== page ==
Nostalgia 3.

The last post on Nostalgia that I wrote was in September last year. I find it strange that there have not been other triggers that could have led me to write other posts since then.

Be that as it may, there is another trigger which brings back so many memories that I have been revisiting many incidents that I had experienced those days.

A Facebook post showed this image with the question “Do you remember?”

I had responded with “As a travelling salesman in the sixties of the last century, the holdall was an absolute necessity. I slept in trains, waiting rooms and once even in a police station with the permission of the inspector because I missed the last bus. The suitcase with the khaki cover shown below too was part of all regular travellers as the cover protected the expensive suitcase.”

The holdall shown above was a long canvass bag with a pouch at each end. One first placed a covered in cotton cover mattress like this in it.
This mattress was tucked into the pouches at both end and then, one end was filled with a pillow while the other was with a bed sheet and/or a blanket. It was then folded over from each end and then folded over once again in the middle, and fastened with buckles and straps on the top.

The holdall contained other pockets to keep other things like clothing or books or whatever and had a handle to carry it with ease.  The pouches on both ends inside were also used to store clothes and other materials below the pillow and the sheet/blanket.

The khaki cloth covered suitcase at the bottom was another familiar sight among regular travellers as, the suitcases were either made with pure or imitation leather and were very expensive. All luggage stores those days had either an in-house tailor or one close by who made the covers on the spot after one bought a suitcase. Believe me, these suitcases were covered because they were expensive and had to be protected to last long.

A tour normally would be of three weeks duration, sometimes taking a few days more on emergency calls.  We depended on the Indian Postal Service for Care-Of-Post Master mails and to receive and send money and mail.  We carried Postal Identity Cards without which we could not use those facilities.  We also had to strictly adhere to the pre-drawn itinerary so that mail could be collected.  One did not use the telephone those days unless in emergencies as calls were expensive.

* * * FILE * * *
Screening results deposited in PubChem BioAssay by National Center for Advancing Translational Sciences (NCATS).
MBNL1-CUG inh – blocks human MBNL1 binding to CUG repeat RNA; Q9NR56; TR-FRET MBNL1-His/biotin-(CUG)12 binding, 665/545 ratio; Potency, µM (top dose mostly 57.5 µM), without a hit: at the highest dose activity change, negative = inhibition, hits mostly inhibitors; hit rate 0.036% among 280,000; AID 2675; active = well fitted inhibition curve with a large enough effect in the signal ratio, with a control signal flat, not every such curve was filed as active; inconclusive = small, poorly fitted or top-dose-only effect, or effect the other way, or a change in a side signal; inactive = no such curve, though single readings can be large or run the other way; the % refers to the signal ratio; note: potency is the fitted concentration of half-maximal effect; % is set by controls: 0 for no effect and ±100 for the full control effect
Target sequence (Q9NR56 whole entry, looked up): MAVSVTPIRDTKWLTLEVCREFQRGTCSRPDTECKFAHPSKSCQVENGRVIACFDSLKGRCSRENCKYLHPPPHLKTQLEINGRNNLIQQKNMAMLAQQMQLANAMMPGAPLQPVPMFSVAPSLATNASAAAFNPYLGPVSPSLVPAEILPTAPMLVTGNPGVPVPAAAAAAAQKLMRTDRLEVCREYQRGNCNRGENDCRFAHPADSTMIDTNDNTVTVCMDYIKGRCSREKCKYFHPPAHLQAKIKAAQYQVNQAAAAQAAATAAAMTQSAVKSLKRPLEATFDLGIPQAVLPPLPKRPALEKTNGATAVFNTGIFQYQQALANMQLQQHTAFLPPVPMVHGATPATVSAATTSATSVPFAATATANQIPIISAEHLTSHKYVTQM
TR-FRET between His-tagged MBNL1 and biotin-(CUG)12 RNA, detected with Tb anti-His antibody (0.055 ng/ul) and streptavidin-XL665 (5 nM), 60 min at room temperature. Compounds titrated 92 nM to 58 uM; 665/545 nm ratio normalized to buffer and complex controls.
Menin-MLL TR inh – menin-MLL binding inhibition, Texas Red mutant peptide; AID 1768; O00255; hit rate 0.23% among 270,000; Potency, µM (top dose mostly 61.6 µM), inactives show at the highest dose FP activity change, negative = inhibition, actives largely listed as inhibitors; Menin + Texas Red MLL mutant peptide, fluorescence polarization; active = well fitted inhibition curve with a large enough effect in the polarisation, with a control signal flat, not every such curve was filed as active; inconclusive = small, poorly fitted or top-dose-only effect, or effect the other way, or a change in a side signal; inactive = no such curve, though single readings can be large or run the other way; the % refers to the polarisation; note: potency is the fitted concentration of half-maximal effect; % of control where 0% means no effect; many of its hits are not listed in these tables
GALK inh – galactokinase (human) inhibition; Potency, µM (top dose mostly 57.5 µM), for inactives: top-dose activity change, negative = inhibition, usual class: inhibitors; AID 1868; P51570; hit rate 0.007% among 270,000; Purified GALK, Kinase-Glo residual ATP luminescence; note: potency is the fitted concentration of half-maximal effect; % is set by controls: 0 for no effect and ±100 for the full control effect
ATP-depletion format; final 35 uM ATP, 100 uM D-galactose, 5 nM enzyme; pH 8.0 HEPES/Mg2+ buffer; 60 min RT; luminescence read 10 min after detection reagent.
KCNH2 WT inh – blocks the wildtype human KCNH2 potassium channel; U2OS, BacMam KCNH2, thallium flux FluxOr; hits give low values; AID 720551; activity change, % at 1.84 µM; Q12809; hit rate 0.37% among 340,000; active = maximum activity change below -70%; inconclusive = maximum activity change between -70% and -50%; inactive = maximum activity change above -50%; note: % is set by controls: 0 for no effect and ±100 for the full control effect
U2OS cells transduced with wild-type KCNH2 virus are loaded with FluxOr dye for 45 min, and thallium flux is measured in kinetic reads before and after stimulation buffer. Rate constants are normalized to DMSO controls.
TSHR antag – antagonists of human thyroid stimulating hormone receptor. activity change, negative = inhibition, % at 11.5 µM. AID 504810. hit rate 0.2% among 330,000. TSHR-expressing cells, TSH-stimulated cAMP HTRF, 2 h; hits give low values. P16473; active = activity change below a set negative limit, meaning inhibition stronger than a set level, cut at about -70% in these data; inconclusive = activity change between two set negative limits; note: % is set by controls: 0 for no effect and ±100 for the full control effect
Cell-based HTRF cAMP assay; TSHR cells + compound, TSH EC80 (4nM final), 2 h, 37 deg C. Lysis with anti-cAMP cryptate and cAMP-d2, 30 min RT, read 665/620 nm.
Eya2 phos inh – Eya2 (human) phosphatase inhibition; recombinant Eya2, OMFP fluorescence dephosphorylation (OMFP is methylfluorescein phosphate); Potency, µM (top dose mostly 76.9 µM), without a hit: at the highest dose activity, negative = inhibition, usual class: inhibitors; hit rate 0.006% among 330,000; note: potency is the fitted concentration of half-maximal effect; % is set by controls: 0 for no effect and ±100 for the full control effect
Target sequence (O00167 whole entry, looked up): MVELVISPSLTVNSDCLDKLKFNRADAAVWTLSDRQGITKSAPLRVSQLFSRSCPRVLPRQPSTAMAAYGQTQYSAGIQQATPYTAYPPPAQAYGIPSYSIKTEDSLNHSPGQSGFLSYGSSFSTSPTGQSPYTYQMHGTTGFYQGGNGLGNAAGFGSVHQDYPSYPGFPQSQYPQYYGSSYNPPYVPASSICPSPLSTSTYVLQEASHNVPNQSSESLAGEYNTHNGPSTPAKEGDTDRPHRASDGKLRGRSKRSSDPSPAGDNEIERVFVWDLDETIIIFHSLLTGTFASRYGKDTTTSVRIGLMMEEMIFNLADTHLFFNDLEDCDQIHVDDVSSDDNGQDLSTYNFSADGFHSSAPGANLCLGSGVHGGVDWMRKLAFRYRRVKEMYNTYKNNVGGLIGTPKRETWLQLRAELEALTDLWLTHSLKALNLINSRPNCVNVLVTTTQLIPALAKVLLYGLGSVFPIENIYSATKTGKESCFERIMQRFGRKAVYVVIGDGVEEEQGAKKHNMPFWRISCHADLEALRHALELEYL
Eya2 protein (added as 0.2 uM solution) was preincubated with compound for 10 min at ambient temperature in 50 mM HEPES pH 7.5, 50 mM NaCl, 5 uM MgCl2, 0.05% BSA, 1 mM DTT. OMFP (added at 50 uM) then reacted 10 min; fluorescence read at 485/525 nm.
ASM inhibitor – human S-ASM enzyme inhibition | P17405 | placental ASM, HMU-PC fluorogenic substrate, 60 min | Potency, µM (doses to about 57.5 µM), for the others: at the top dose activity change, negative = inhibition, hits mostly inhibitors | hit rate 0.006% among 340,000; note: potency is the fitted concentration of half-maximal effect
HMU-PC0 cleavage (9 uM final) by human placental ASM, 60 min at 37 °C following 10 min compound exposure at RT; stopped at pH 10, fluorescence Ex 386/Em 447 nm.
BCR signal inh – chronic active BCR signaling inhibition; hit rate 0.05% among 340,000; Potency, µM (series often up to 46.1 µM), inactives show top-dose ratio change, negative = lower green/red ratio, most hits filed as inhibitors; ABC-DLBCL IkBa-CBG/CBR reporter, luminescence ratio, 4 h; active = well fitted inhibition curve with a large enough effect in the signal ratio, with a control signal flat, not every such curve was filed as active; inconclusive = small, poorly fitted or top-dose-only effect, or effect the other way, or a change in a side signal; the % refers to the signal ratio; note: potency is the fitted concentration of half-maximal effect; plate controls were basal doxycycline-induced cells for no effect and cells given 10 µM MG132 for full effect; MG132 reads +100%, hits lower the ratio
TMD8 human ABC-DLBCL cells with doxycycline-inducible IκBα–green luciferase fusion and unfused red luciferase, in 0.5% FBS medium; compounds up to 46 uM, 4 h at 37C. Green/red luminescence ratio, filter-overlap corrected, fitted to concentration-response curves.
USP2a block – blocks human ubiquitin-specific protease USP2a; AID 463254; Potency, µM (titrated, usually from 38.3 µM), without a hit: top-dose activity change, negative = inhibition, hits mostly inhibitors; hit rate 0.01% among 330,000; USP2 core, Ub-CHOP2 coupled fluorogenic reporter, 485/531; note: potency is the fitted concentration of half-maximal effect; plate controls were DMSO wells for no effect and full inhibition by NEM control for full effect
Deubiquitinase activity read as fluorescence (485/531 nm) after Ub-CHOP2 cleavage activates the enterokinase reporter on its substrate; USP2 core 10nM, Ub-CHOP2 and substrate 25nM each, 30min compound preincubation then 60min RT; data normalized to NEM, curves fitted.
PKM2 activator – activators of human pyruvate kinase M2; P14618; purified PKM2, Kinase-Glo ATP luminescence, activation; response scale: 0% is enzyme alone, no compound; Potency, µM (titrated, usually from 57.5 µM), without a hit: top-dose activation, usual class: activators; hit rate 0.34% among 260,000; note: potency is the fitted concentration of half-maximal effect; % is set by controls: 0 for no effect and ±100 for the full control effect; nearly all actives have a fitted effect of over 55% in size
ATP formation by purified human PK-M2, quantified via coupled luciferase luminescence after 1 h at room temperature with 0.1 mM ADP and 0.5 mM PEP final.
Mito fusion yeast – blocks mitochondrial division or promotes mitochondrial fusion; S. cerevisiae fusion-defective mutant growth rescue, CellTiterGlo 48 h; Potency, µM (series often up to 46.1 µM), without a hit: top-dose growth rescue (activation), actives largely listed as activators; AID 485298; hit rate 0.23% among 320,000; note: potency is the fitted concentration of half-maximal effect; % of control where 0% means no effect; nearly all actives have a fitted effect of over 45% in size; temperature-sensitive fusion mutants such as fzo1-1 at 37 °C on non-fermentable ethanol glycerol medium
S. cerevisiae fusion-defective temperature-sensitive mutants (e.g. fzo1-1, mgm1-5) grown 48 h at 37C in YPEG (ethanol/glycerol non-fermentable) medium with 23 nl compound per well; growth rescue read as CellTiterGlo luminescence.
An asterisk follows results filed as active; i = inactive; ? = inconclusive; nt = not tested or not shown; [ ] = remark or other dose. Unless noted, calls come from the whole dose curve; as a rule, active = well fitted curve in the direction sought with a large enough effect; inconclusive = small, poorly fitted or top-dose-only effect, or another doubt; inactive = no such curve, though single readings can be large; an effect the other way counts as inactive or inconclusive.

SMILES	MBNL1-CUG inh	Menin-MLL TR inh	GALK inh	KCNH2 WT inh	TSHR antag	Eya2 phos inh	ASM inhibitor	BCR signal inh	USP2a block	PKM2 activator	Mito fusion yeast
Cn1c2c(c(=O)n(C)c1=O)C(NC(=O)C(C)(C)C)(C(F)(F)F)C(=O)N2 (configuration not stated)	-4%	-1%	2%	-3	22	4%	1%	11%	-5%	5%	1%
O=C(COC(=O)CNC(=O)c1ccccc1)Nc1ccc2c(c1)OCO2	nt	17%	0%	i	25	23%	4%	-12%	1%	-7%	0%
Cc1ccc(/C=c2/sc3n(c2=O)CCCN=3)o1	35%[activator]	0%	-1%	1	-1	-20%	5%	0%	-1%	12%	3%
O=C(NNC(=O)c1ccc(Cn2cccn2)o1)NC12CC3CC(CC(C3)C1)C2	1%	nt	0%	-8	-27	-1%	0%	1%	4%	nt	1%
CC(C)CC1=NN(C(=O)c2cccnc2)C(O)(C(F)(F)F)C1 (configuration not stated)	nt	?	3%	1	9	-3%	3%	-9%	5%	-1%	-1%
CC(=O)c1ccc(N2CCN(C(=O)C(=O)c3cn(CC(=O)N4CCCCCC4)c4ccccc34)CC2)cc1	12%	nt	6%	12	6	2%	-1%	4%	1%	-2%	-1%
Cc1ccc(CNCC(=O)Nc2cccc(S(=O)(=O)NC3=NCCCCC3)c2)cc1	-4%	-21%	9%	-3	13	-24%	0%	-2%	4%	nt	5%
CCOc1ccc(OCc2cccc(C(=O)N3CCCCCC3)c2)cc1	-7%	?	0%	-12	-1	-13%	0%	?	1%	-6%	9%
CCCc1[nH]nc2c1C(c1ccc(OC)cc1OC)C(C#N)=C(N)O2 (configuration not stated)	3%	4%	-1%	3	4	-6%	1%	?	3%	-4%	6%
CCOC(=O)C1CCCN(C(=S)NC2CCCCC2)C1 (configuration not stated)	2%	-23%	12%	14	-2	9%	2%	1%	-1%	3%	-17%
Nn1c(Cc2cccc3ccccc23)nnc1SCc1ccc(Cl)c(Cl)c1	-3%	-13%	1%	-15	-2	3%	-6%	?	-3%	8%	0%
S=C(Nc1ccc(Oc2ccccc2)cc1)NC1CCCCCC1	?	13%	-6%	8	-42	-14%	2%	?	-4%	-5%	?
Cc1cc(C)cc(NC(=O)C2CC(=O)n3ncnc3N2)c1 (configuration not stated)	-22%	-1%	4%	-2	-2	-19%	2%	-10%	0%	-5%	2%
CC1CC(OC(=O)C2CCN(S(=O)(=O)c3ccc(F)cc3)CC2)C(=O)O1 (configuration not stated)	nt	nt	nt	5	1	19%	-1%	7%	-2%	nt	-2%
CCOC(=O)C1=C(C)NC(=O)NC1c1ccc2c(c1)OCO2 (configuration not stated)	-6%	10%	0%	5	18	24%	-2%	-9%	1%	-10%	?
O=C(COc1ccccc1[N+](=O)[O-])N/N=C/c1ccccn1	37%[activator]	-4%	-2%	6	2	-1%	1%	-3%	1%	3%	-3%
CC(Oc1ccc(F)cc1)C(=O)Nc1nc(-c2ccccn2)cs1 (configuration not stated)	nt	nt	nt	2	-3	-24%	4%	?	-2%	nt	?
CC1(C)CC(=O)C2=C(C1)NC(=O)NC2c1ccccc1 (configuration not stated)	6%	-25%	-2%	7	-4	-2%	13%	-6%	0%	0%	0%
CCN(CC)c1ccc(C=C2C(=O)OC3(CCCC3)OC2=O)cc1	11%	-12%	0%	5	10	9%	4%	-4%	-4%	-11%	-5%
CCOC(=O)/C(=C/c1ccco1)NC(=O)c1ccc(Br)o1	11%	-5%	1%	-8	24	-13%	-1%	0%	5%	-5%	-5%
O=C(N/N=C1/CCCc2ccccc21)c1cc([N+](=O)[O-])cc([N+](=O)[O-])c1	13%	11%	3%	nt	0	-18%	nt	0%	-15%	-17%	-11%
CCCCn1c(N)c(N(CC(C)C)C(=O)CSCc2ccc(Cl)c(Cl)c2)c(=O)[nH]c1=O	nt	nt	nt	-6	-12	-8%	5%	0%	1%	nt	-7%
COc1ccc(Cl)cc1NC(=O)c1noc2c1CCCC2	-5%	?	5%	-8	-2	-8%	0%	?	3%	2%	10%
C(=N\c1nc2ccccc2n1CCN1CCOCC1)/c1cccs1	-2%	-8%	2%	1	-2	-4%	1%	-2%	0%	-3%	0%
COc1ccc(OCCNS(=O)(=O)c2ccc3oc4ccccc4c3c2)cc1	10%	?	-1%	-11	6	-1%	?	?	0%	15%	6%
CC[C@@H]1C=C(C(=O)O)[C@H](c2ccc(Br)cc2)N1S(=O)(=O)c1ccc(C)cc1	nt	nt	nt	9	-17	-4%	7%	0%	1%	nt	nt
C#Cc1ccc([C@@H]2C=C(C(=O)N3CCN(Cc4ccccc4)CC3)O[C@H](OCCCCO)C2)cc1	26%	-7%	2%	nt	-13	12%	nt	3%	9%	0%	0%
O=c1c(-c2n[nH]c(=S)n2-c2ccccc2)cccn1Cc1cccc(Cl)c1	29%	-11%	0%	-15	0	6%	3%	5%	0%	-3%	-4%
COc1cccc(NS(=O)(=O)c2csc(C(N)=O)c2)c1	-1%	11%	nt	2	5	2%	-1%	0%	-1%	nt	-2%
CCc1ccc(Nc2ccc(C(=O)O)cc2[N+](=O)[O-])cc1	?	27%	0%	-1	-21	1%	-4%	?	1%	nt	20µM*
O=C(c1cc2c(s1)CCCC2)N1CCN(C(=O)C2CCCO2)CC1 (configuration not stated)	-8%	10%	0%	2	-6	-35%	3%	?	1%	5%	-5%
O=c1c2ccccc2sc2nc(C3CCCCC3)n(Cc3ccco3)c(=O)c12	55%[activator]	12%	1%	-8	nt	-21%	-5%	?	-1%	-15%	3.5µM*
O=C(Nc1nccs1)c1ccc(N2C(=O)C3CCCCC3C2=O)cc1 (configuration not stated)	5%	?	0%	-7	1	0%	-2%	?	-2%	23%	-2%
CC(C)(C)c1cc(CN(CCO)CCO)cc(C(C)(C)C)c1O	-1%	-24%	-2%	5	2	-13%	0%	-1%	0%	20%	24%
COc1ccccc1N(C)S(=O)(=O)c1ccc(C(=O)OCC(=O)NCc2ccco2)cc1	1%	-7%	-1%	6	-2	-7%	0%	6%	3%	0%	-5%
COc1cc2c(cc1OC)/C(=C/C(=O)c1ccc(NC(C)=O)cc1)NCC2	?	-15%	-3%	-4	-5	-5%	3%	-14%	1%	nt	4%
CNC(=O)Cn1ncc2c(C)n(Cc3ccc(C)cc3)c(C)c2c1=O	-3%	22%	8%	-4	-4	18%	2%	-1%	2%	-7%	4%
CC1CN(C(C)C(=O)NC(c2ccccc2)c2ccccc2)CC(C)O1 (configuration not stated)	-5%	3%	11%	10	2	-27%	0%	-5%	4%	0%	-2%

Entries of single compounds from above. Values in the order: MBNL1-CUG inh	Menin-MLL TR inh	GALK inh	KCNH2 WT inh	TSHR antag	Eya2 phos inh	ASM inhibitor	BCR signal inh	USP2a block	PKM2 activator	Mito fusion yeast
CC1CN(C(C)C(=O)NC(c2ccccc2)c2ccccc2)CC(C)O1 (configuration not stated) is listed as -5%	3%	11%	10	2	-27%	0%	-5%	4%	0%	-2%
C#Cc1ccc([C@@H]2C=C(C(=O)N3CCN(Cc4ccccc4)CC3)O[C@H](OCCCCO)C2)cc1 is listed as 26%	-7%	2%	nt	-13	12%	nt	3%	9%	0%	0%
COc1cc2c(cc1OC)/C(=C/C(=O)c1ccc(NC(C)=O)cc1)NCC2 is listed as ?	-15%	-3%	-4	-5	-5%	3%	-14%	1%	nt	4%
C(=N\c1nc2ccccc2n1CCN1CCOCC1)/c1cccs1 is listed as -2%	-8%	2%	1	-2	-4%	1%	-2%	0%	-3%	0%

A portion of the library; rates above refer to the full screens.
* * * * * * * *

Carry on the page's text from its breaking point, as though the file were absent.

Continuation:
Almost all the travellers of those days that I knew had the habit of reading and all major Railway Stations had book stalls that sold books and magazines besides daily newspapers.  That and where one could, seeing movies in the local theatres were the only ways to fight loneliness.

In retrospect, when I now compare today’s travellers to those of then, I can’t but wonder how we and I particularly survived those adventures sleeping where we could, using laundry facilities where we could and eating food in all kinds of outlets.

Have you ever used or come across such holdalls and covered suitcases?

10 thoughts on “Nostalgia 3.”

  1. So nice to see the “holdall” after so many years ! I never had occasion to travel with one but your blog reminded me of the many books and magazines that were purchased for numerous train journeys ! You would recall ” A H Wheeler & Co”

    Thanks for rekindling lovely memories 🙂

  2. amazing! I love it when you go down Nostalgia Lane.
    so many young travellers carry all their belongings in a back pack now. but none as well thought out and designed as yours was then!

  3. My suitcases just got battered, although I do still have 2 which didn’t go abroad with me, and they are still in relatively good nick. They now hold other memories which I sort through from time to time. I’ve been meaning to that … I had the suitcase, as did everyone else when I did camping tours in Europe – somehow they always fitted on top of the vans and buses we travelled in… A few people probably had a rucksack/backpack but the majority didn’t in the late 60s.

  4. Is this still a profession I wonder what with internet and online? I love your stories of life on the road and am educated as to how challenging and hard it was to survive.


  5. I never had a holdall but I had a carry-on suitcase that I would pack judiciously for a months travel in Europe. That was my vagabond days when I would make a reservation for the night I arrived and for the night I left. Other than that I went where I wanted for when I wanted. I changed in my later travel days to wanting to stay in one place and know the butcher, the baker, the candlestick-maker. I would still sometimes make a reservation for the first night and then find a furnished rental for the month. Aahh…those were the days – whole-bodied and COVID-free.

    1. While you travelled for pleasure I did to make a living. Serious difference there! In retrospect however, both of us have benefited from our travels using whatever we needed to pack our personal effects in.

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